Slotkin urges passage of bill to fight fentanyl supply chains and traffickers - TAI News
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Drug overdose deaths have risen sharply in the United States in recent years, according to the U.S. Drug Enforcement Administration, with fentanyl and other synthetic opioids responsible for about two-thirds of those cases. A bipartisan bill, with co-sponsors including Michigan Democratic U.S. Sens. Gary Peters and Debbie Stabenow, Democratic Rep. Elissa Slotkin, and Republican Rep. John James, would target the supply chains for those lethal drugs.

The bill, the Fentanyl Eradication and Narcotics Deterrence (FEND) Off Fentanyl Act, is designed to keep fentanyl and other illicit opioid drugs out of the country, and it was approved by the U.S. Senate on Feb. 13 as part of a broader emergency spending bill. The White House has endorsed that package, but House Speaker Mike Johnson (R-LA) is refusing to allow a vote on it in his chamber.

“Another bipartisan priority at risk due to the refusal to consider the most recent border compromise,” Slotkin tweeted on Feb. 7. “The Fend-Off Fentanyl Act, of which I am a cosponsor, would take major steps to crack down on the spread of fentanyl in our communities in MI and across the country.”

According to the Michigan Department of Health and Human Services, 3,084 Michiganders died from drug overdoses in 2021. Of those, 2,277 were related to synthetic opioids including fentanyl.

Of the roughly 106,000 American deaths from drug overdoses in 2021, more than 70,000 (about 66%) involved fentanyl or other non-methadone synthetic opioids.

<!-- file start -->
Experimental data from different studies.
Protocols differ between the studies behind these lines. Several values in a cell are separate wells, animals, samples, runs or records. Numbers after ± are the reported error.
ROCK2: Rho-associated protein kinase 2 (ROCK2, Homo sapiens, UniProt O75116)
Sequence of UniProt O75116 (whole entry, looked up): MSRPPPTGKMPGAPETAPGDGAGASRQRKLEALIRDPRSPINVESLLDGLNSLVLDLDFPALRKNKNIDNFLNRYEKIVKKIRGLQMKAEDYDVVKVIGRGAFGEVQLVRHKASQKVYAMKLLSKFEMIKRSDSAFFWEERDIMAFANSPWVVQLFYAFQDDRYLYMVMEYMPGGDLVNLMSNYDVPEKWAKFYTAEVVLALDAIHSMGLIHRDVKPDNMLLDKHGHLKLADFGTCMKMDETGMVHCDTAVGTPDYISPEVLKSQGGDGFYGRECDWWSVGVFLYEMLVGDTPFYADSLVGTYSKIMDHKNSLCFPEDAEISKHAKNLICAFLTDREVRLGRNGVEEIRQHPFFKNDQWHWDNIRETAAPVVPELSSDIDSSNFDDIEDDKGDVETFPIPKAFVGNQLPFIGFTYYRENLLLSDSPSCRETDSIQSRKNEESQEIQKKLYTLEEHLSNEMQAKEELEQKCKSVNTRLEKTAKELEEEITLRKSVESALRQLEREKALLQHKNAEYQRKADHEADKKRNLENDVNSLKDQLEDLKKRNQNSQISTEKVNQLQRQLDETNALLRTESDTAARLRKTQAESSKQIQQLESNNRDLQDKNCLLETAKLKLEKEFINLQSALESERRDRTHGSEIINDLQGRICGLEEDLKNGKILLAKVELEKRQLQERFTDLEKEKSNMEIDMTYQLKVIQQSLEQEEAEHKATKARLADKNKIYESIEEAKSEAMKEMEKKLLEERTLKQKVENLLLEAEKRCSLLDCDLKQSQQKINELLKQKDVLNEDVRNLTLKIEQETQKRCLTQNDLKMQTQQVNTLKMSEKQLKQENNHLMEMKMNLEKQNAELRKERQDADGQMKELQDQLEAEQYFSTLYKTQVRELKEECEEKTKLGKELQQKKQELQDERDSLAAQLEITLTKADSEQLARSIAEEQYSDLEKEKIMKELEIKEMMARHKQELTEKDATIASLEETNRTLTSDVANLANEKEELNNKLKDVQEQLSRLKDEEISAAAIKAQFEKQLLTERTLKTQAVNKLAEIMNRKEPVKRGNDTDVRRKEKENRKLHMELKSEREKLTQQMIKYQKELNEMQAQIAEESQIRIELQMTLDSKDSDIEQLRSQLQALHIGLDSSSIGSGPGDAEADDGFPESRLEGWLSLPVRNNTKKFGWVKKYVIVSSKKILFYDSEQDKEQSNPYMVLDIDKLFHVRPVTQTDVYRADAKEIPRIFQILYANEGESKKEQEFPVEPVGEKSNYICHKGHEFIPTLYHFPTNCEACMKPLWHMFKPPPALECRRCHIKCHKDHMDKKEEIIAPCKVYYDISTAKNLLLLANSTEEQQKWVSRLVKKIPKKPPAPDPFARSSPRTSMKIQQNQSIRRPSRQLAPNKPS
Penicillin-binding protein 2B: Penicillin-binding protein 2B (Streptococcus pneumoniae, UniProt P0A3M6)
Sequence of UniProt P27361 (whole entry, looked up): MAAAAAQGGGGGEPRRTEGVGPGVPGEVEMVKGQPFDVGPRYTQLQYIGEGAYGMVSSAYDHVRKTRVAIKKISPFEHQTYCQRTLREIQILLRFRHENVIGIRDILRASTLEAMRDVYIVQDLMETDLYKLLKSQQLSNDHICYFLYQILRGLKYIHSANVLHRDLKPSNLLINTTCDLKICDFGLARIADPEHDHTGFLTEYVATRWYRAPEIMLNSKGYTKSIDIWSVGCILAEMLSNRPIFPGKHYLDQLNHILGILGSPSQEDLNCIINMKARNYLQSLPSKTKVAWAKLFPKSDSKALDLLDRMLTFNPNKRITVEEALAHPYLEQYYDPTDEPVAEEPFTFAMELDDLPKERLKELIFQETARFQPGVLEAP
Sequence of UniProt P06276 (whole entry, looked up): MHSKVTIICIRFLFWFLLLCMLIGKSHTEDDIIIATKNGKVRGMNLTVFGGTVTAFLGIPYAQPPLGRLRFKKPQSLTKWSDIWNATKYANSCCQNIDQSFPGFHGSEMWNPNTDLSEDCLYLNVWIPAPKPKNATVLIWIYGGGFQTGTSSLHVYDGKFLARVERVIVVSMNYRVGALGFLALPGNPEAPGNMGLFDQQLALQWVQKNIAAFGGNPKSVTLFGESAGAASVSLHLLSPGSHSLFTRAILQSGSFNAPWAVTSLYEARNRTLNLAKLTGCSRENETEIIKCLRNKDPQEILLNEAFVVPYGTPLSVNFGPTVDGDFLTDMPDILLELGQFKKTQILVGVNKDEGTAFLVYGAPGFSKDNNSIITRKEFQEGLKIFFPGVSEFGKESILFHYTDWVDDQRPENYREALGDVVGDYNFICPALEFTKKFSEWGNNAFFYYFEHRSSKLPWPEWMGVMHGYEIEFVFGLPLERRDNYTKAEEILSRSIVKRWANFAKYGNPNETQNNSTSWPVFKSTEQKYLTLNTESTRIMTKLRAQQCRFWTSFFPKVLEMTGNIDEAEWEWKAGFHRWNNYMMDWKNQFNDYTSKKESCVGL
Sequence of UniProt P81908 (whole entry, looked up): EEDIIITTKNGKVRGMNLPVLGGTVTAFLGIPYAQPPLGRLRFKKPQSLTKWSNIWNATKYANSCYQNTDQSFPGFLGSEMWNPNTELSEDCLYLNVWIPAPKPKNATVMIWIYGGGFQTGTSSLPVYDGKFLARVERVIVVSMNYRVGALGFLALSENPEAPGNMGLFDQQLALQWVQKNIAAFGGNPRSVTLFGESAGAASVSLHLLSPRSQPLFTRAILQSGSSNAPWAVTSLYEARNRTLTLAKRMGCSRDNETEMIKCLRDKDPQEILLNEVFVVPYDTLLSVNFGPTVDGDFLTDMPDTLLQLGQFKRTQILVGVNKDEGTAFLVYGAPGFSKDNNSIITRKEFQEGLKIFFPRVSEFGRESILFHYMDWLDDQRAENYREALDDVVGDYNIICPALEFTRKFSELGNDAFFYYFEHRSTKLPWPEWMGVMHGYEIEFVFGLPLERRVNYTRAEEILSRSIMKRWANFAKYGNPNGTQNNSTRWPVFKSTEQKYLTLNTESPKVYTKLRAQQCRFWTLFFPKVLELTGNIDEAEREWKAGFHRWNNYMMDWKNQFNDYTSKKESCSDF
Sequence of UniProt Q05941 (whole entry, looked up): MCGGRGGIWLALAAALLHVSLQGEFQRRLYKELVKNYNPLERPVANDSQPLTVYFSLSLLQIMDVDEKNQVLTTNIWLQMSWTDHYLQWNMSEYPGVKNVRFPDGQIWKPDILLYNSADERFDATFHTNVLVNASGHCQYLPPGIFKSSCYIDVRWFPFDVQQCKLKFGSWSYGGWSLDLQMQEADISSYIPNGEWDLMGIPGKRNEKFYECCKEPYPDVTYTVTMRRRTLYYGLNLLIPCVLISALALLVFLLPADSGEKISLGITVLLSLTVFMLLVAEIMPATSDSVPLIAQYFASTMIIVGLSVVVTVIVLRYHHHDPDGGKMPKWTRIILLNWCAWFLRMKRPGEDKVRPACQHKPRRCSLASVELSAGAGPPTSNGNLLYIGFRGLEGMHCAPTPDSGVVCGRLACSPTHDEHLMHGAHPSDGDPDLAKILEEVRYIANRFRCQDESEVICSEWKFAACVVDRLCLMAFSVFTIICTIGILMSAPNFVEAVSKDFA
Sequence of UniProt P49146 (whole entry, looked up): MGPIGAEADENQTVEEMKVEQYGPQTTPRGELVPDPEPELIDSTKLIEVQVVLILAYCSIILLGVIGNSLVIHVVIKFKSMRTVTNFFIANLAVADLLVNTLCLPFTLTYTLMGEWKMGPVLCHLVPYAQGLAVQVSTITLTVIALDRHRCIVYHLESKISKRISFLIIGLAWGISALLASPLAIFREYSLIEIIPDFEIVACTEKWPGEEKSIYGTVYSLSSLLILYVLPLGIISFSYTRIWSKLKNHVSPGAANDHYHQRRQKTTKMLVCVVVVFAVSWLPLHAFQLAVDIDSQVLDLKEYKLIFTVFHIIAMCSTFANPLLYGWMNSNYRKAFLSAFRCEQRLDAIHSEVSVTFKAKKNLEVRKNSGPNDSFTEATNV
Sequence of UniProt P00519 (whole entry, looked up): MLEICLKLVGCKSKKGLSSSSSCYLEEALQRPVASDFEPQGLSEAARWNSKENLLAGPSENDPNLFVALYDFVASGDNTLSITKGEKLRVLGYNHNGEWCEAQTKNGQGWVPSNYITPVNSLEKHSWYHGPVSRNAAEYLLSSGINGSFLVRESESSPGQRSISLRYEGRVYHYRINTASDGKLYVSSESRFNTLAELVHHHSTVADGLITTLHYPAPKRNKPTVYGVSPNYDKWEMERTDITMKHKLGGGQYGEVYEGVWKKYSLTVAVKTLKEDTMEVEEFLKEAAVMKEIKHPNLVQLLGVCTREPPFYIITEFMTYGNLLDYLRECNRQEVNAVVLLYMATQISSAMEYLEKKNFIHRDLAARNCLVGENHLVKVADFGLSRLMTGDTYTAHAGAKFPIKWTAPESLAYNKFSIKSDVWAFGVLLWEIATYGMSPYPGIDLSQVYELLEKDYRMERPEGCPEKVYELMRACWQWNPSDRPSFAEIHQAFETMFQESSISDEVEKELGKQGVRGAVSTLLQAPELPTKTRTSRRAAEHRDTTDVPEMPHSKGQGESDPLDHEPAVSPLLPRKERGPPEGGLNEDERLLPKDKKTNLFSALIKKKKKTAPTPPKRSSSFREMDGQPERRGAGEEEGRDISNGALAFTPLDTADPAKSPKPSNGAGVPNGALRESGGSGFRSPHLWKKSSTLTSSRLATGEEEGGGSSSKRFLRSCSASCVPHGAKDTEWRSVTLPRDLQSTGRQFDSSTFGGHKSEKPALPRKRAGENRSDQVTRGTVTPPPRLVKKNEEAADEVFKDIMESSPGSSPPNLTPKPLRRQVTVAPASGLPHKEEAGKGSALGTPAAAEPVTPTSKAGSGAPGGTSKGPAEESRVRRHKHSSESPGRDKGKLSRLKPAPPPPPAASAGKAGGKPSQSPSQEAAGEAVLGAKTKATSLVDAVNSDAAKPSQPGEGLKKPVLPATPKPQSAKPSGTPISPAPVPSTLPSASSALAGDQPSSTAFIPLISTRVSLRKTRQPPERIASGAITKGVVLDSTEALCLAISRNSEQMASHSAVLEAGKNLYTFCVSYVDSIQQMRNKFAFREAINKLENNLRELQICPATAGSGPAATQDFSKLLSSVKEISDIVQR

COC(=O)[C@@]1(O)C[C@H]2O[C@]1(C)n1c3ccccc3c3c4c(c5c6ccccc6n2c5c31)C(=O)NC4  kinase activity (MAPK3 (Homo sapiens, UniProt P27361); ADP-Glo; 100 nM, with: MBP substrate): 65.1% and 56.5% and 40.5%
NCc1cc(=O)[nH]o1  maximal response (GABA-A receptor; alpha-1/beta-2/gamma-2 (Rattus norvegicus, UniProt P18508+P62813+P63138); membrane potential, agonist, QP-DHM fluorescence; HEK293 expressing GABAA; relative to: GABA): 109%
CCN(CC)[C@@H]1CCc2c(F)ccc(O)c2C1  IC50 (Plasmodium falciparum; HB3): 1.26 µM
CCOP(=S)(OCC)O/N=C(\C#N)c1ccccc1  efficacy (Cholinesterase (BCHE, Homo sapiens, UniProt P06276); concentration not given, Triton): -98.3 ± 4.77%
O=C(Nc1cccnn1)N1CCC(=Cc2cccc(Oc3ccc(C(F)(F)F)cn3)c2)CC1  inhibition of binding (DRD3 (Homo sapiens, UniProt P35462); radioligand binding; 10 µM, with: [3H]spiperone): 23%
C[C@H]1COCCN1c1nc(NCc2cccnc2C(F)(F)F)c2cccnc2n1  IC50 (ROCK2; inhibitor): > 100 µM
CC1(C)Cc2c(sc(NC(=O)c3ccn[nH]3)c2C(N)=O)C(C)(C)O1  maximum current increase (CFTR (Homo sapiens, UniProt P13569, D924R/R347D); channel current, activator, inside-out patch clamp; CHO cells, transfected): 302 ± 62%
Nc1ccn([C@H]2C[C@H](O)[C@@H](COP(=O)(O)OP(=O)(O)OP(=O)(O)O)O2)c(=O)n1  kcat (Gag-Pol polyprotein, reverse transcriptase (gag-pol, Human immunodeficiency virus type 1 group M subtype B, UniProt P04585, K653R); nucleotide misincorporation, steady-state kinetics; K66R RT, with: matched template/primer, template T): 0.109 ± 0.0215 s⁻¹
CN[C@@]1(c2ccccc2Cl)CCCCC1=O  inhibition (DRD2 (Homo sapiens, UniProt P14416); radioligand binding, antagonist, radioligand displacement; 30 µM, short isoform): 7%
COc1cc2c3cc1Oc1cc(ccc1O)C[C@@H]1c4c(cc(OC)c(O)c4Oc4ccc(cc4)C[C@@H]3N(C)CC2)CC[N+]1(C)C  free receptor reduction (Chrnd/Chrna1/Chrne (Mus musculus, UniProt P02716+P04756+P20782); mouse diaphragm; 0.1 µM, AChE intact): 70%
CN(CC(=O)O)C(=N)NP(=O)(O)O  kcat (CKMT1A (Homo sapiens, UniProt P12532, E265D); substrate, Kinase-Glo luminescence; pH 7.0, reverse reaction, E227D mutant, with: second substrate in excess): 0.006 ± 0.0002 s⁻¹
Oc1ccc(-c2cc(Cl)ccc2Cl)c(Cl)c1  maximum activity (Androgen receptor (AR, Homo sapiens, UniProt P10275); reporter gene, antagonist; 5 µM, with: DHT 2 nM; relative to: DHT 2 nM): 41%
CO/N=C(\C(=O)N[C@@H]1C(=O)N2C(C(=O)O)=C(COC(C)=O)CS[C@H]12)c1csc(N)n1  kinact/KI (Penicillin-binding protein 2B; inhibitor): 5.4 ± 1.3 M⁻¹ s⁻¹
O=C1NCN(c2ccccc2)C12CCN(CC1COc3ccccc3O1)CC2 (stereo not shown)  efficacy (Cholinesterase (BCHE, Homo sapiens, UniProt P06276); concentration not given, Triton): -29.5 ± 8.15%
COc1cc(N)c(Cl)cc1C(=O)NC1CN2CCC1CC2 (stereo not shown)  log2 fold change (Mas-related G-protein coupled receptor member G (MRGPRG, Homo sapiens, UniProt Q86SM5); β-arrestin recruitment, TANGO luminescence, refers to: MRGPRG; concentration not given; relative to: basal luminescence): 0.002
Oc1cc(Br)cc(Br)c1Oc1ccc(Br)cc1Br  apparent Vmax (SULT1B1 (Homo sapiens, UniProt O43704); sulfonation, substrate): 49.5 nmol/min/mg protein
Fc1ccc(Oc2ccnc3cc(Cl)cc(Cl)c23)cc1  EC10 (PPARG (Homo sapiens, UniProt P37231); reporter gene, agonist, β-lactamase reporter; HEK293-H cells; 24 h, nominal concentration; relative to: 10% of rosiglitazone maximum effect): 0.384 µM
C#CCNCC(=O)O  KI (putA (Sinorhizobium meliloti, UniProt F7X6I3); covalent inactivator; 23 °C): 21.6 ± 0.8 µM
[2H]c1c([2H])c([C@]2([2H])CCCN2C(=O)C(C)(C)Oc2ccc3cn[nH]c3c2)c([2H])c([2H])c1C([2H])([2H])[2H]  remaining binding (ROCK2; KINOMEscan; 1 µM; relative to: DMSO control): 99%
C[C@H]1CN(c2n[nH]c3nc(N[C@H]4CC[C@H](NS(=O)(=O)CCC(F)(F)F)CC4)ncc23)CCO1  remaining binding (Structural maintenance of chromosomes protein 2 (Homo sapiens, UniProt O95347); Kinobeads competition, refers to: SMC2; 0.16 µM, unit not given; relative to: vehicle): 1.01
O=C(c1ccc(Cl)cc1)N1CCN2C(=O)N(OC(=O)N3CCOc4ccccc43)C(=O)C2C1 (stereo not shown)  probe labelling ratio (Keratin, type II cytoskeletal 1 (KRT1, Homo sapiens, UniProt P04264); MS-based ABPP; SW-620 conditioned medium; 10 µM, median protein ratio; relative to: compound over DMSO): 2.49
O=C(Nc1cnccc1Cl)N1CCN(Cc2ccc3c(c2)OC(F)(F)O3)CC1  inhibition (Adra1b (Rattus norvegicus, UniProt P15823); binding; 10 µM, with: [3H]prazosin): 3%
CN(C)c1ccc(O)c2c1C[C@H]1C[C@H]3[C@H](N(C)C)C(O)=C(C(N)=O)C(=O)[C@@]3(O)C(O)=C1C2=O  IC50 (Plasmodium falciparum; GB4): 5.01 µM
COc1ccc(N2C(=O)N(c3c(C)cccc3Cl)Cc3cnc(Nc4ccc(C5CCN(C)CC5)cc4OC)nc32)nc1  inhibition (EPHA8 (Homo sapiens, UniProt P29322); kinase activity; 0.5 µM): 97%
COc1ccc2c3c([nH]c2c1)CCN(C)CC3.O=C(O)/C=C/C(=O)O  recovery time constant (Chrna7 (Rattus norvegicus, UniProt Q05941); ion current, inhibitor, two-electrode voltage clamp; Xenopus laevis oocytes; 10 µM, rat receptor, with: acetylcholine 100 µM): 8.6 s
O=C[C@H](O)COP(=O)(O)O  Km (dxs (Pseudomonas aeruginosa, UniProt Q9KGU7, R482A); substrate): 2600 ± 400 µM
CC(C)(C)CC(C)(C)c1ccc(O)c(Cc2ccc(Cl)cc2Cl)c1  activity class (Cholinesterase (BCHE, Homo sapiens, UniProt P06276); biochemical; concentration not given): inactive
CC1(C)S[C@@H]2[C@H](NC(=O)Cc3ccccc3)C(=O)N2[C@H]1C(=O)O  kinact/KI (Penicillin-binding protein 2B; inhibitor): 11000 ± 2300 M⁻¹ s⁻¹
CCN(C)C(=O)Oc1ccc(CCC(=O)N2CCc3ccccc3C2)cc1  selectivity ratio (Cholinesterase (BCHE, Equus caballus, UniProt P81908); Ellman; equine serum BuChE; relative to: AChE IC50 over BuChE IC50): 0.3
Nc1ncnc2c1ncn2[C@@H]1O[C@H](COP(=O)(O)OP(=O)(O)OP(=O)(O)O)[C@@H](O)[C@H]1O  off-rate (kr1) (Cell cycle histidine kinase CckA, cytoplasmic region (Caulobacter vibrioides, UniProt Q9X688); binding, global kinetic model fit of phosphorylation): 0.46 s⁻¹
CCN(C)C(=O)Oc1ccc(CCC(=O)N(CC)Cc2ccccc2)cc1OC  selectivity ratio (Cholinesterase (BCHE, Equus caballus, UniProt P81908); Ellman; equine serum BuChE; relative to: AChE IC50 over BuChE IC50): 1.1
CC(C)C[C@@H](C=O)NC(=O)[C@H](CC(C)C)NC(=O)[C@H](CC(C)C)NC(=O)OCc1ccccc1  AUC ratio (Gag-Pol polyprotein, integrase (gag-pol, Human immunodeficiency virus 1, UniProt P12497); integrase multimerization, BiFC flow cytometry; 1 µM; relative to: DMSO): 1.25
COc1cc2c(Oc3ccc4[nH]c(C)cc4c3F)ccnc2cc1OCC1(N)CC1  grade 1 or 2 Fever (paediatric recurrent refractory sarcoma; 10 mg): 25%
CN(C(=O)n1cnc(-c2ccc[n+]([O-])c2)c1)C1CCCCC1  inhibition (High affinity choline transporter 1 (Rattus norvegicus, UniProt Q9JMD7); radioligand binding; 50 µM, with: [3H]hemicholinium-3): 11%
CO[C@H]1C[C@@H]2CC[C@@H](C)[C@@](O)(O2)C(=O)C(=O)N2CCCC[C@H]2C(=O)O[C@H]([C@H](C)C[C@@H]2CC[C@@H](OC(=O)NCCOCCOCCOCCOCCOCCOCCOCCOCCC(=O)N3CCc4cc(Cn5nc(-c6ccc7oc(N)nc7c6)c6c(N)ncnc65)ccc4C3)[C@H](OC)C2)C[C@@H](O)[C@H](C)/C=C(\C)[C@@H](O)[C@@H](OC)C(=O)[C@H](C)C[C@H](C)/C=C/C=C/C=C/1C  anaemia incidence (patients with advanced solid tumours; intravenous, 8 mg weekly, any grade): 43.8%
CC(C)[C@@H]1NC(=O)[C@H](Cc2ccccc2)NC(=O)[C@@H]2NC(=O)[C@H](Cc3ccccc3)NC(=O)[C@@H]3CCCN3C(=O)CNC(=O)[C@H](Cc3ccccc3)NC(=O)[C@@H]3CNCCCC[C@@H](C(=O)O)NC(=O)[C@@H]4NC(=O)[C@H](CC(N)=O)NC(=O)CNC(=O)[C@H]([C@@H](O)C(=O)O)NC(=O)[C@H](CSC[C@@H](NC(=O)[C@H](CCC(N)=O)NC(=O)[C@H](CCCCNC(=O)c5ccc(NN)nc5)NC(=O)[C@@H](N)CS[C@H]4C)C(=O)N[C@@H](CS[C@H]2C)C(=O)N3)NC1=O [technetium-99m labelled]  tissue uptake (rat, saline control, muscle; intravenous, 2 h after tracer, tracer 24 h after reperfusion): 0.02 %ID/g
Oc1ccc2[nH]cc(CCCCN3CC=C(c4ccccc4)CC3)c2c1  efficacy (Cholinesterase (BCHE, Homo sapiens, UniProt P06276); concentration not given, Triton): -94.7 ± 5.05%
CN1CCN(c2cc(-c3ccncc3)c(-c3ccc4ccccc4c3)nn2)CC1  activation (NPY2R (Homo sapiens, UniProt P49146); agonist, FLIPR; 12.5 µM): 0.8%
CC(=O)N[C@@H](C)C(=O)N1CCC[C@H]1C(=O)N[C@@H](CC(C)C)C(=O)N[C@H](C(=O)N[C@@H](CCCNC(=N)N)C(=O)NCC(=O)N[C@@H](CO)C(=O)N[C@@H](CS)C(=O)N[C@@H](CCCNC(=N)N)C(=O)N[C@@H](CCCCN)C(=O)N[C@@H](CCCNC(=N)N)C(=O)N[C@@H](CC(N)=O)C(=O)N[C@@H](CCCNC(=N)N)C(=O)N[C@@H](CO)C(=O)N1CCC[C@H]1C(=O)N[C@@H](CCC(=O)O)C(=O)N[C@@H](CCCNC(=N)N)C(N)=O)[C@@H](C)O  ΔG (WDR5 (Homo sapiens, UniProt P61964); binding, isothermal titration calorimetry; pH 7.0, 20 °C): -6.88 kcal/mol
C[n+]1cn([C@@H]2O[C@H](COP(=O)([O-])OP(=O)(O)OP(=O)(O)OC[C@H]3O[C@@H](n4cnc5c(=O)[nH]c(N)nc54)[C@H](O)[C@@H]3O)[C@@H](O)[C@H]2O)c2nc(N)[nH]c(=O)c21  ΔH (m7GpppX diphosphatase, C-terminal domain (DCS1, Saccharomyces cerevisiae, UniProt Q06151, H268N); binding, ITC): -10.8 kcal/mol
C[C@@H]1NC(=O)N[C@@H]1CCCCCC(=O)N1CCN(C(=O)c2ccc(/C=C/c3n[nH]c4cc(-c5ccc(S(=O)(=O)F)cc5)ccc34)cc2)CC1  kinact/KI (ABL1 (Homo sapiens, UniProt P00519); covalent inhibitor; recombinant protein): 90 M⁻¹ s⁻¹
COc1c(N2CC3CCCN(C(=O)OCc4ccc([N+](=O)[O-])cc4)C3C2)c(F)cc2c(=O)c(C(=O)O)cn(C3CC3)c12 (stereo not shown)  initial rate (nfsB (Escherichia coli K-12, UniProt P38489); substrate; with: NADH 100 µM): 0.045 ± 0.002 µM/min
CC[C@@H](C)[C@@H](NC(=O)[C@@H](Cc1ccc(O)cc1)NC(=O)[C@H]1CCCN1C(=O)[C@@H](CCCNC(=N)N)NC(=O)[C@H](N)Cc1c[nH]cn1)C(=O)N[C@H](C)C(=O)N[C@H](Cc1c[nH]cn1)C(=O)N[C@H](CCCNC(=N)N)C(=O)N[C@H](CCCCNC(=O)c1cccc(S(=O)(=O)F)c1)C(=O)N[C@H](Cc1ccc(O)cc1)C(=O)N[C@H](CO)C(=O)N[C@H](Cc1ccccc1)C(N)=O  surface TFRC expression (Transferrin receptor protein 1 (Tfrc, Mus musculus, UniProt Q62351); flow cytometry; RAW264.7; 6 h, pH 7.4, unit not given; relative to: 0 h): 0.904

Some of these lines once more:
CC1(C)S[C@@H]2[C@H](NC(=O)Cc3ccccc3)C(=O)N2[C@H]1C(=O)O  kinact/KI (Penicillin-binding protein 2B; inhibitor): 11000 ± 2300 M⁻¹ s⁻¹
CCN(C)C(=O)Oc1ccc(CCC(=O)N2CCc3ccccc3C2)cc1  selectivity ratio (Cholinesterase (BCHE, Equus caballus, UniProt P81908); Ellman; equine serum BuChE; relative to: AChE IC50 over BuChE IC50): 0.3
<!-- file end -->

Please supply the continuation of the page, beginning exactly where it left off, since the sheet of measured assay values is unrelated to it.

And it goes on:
The bill’s provisions would officially designate international fentanyl trafficking a national emergency, require the federal government to impose economic sanctions against drug cartels and criminal organizations involved in trafficking, and authorize the Treasury Department to crack down on fentanyl-related money launderers.

“As the fentanyl epidemic continues to impact our communities, we must take decisive action to get this dangerous drug off our streets,” Peters told the Michigan Independent in an email. “That’s why I support efforts to provide the federal government with tools to target the illicit fentanyl supply chain and penalize drug traffickers. As the Chairman of the Homeland Security and Governmental Affairs Committee, I’ve also advanced bipartisan bills to give the Department of Homeland Security additional tools to help stem the flow of illicit drugs like fentanyl into our communities.” 

“The Senate did the right thing today by passing this consequential legislation to protect our national security and democracy around the world. Republicans finally stepped up and joined Democrats to get this done,” Stabenow said in a Feb. 13 statement. “Now, we look to the House to stand up to Vladimir Putin and Hamas, deliver critical humanitarian aid to innocent civilians in Gaza, and protect Americans from dangerous drugs crossing our borders.”

The FEND Off Fentanyl Act, introduced by Republican South Carolina Sen. Tim Scott, has been endorsed by several groups representing first responders and law enforcement officers. Peters and Stabenow are two of 68 Senate co-sponsors; Slotkin and James are among 18 co-sponsors in the House. 

At a January hearing of the Senate Banking Committee, Scott blamed the GOP-controlled U.S. House of Representatives for not getting the bill to Biden’s desk in 2023: “And unfortunately, we’re here today having another hearing on FEND Off Fentanyl because our friends on the other side of the Capitol, because of the shenanigans at the end of last year, did not get the bill included in legislation that would have made this, I believe, law already. It is incredibly unfortunate that playing politics is still a game played in Washington, especially on something so important. … it’s not just frustrating to those of us on this committee, those of us in Congress, it is incredibly frustrating to the people of our country who watch the devastation eat away at their communities.”

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